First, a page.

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Writing Systems and World Building

The title of The Hobbit, translated. Screenshot from Professor Marc Zender’s “Writing and Civilization: From Ancient Worlds to Modernity.”

Continuing through my collection of Great Courses—sets of DVDs that I rediscovered in my bookshelves after forgetting I owned them—I turn today to Professor Marc Zender’s “Writing and Civilization: From Ancient Worlds to Modernity.”

The course’s overview of writing systems from Sumerian cuneiform and Egyptian hieroglyphs to Mayan and Aztec glyphs is fascinating, as is the discussion of the origins of the Roman alphabet. (Flip a capital A upside down and you’ll see an animal’s head with horns. The name of the letter alpha derives from the Hebrew aleph, meaning “ox.” The shape of the letter derives from an earlier symbol resembling the head of an ox. B started as a picture sign for a house in Egyptian hieroglyphs. In Semitic languages the sign was called beth, meaning “house,” but the Greeks changed the name from beth to beta. And so on through the letter Z, adopted from the Etruscans, who got it from the Phoenicians.)

While it’s all been interesting, the lecture nearest to my heart, as a writer and reader of fantasy, deals with so-called featural scripts, including the invented, fictional alphabets designed for works of fantasy and science fiction. The inventions of J.R.R. Tolkien are standouts in this category.

Professor Zender devotes a satisfying amount of time to Tolkien’s writing systems, pointing out that Tolkien was a professional linguist and a specialist in the history of Germanic languages and scripts, both alphabetic and runic. Quoting from the course guidebook:

“In The Hobbit, first published in 1937, Tolkien used Anglo-Saxon runes as a kind of code for Modern English. Tolkien also invented several writing systems of his own, including the cursive script known as Tengwar or Tîw (meaning ‘letters’) and the angular characters designed for cutting into wood, stone, or metal known as Certar or Cirth (meaning ‘runes’). … He even gave his fictional scripts a fictional inventor, Rúmil. … Tolkien provides charts and full descriptions of his writing systems in appendix E of The Lord of the Rings.”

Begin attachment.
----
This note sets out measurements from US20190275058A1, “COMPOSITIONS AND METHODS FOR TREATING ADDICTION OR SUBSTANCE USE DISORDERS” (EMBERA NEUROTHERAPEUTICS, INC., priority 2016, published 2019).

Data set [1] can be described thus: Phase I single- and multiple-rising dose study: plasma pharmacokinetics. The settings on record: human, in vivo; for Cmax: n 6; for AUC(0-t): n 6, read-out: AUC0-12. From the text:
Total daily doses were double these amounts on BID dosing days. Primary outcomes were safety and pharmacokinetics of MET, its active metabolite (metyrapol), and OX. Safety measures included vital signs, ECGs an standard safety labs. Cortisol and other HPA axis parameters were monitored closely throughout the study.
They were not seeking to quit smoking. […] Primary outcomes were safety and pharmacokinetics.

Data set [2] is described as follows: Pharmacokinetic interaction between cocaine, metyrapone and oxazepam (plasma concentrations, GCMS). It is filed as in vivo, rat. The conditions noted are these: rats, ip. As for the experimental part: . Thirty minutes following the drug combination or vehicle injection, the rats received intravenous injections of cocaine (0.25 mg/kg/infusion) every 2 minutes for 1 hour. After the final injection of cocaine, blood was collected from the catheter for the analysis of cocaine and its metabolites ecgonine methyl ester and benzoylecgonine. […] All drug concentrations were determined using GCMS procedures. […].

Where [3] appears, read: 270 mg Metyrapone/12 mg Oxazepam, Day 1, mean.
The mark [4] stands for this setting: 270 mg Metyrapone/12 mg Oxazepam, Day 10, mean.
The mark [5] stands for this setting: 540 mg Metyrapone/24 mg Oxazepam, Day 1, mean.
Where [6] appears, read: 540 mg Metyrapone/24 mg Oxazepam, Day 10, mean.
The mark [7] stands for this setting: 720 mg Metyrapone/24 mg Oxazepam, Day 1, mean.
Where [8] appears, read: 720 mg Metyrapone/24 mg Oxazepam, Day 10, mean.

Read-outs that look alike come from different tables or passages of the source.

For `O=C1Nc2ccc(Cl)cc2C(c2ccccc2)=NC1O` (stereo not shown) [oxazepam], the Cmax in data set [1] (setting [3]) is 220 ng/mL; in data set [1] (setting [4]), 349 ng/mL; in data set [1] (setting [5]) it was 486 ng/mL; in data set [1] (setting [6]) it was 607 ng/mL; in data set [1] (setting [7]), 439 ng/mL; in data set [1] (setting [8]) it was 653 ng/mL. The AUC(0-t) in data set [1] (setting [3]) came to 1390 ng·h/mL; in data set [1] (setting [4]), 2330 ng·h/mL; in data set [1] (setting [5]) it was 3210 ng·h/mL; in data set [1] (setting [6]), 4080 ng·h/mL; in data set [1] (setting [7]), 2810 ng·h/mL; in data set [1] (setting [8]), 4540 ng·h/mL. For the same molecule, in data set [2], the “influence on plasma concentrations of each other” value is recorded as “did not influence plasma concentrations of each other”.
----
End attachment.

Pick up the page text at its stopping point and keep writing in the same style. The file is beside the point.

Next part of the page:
I confess that, until now, I had barely glanced at Appendix E. After completing this series of lectures, however, I got out my much-loved, much-read 1975 Ballantine Books boxed set of LOTR and took a closer look. The knowledge I gained from Professor Zender about the development of “real” writing systems deepened my appreciation for Tolkien’s achievement in creating his fictional scripts and giving them such deeply thought-out histories.

I’ve not gone so far as to invent an alphabet, but I have imagined several specific words in my fictional language of Ladrehdin. My audiobook narrator is having a field day with them.

Now … Anyone up for learning Quenya? Or Sindarin?

From the slipcase of The Lord of the Rings, 1975 Ballantine Books boxed set.

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Singing the Social Media Blues

Waterspell on Goodreads

Was there ever an attempt at “social media” that turned out more difficult to use or clunkier than Goodreads? I set up an author profile at Goodreads years ago, but soon abandoned it because it’s so maddeningly difficult to beat into submission. Every update requires multiple attempts to make the edits “stick.” I thought I never WOULD manage to upload the new Waterspell covers and force the interface to show those as the default covers.

I wonder how useful Goodreads actually is to authors like me, who are trying every way we can to reach a wider audience. Cutting through the static is enormously difficult.

With new audiobook editions of my fantasy novels in the works, however, I’m once again struggling with such things as a Facebook page. “Clunky” isn’t a strong enough word for THAT particular platform—it’s dang near impossible to use, and Facebook’s algorithms ensure that few people will see it. I’ve now done my utmost to update my author profile at Goodreads. I’m trying to do something with LinkedIn, though I’m not sure it’s particularly suited to my needs. I’m not looking for a job. Twitter? Yech. I quit Twitter years ago and have no intention of going back.

What’s next? Instagram? A YouTube channel? Are any of them worth the effort they require? Are they worth the time they take away from writing and editing? I don’t know.

What I do know is that word-of-mouth is the only truly effective way of spreading the word about books that are worth reading. Fingers crossed that the soon-to-be-released audiobooks will catch on, the forthcoming fourth book will get some attention, and Waterspell will finally reach its intended audience. Given the glowing-ness of the reviews the trilogy got, I live in hope that more of my potential readers will find my work. I know they’re out there.

My eternal gratitude to everyone who has read the trilogy and left reviews at Amazon, Goodreads, and book blogs. I love you all, dear readers.